SizeHigh riskFewer than 50 participants in treatment arm

Raskin 2004

MethodsMulticentre, randomised, double-blind, placebo-controlled
Parallel groups: up to 28-day washout, 8-week dose titration, 4-week maintenance dose


ParticipantsSymmetric diabetic peripheral neuropathy > 3 months, < 10 years
Diabetic control stable ≥ 3 months, with HbA1c ≤ 11%
Baseline pain ≥ 4/10 after washout

Exclude: history of failure of topiramate for a painful condition

Mean age 59 (± 10) years
M 157, F 160

N = 317


InterventionsTopiramate to maximum 400 mg/day, n = 208

Placebo, n = 109

Titration to maximum tolerated dose: topiramate 25 mg in evening increasing by 25 mg/day in weeks 2 to 4, 50 mg in weeks 5 and 6, and 100 mg in weeks 7 and 8
Dose tapered if participant left study

Rescue medication (500 mg paracetamol or similar) available for first 6 weeks only and not within 24 hours of any study visit
Mean daily dose (maintenance) of topiramate: 320 mg


Outcomes1. Pain intensity on 100 mm VAS. Mean and responder = > 30% and > 50% reduction in score
2. Current pain on 5-point categorical scale (none, mild, moderate, severe, extreme)
3. Worst pain in last week on 5-point categorical scale
4. SF-36
5. Sleep disruption on 0 to 10-point scale
6. PGIC on 5-point scale (poor, fair, good, very good, excellent)

Imputation - primary efficacy used LOCF, then compared with analysis using weighting by inverse of probability of completing (for completers)


NotesOxford Quality Score: R2, DB2, W1. Total = 5/5


Risk of bias

BiasAuthors' judgementSupport for judgement

Random sequence generation (selection bias)Low riskComputer-generated, balanced blocks

Allocation concealment (selection bias)Unclear riskNot described. Investigators assigned treatment sequentially

Blinding of participants and personnel (performance bias)
All outcomes
Low risk"identically appearing placebo tablets"

Blinding of outcome assessment (detection bias)
All outcomes
Low risk"identically appearing placebo tablets"

Incomplete outcome data (attrition bias)
All outcomes
High risk> 10% withdrawals. Imputation - primary efficacy analysis used LOCF

SizeUnclear risk208 (topiramate) and 109 (placebo) participants

Thienel 2004

MethodsMulticentre, randomised, double-blind, placebo-controlled
Parallel groups: up to 28-day baseline/washout, 6- to 10-week titration (depending on target dose), 12-week maintenance dose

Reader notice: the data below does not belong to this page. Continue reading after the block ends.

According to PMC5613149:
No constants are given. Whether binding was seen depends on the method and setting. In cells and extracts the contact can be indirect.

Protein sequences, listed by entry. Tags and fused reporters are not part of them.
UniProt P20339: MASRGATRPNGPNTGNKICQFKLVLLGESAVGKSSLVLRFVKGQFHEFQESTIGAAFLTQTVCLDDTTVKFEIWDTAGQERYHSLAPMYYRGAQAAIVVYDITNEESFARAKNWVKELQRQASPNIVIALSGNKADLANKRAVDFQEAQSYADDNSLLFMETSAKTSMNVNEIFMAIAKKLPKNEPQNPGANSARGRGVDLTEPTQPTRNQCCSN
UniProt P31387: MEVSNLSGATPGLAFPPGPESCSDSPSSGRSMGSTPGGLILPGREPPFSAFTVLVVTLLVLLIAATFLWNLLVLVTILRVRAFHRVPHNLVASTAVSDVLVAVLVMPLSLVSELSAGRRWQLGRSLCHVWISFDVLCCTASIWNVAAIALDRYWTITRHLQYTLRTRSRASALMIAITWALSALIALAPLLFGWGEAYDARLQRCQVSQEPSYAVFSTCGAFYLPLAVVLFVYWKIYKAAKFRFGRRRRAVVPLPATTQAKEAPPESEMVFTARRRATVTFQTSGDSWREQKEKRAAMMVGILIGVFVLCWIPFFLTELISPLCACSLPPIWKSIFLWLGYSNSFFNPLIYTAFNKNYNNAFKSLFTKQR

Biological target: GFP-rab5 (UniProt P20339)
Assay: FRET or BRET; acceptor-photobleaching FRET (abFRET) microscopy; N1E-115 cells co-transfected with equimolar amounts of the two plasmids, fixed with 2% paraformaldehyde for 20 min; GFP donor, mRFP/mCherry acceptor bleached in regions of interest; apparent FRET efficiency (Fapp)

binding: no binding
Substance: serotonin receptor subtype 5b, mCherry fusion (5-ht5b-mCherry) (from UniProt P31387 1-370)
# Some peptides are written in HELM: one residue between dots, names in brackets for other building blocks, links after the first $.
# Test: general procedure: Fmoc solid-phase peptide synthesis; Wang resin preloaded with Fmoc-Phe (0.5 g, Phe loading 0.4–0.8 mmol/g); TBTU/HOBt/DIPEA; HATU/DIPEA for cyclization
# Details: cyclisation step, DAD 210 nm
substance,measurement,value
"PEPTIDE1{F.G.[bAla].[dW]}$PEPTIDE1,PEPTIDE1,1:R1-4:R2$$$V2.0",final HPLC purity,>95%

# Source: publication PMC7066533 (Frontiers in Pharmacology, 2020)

Three studies combined and published in one report


ParticipantsBilateral diabetic peripheral neuropathy ≥ 6 months
Diabetic control stable ≥ 3 months, with HbA1c ≤ 11%
Baseline pain ≥ moderate after washout (scale 0 to 4: none, mild, moderate, severe, extreme)

Mean age 58 (± 10) years (21 to 81)
M 733, F 536

N = 1269 (ITT= 1259)


InterventionsTopiramate to maximum 100 mg/day, n = 253

Topiramate to maximum 200 mg/day, n = 372

Topiramate to maximum 400 mg/day, n = 260

Placebo, n = 384

Titration: topiramate 25 mg/day in evening, increasing in 25 mg increments to 100 mg/day, then in weekly 50 mg increments to target dose or maximum tolerated dose

Short-acting immediate-release analgesics permitted as rescue medication during double-blind treatment


Outcomes1. Pain intensity on 100 mm VAS (mean and median reported for each trial. Change from baseline to final visit reported)
2. Current pain on 5-point categorical scale (none, mild, moderate, severe, extreme)
3. Worst pain in last week on 5-point categorical scale
4. Sleep disruption on 0 to 10-point scale
5. SF-36

Pain evaluations used LOCF for early withdrawal


NotesOxford Quality Score: R2, DB2, W1. Total = 5/5


Risk of bias

BiasAuthors' judgementSupport for judgement

Random sequence generation (selection bias)Low riskComputer-generated by study sponsor, balanced, stratified by centre

Allocation concealment (selection bias)Low riskNot described, but judged likely to be remote allocation because of central generation of randomised sequence

Blinding of participants and personnel (performance bias)
All outcomes
Low risk"Study medications were identical in appearance and packaged in identical containers"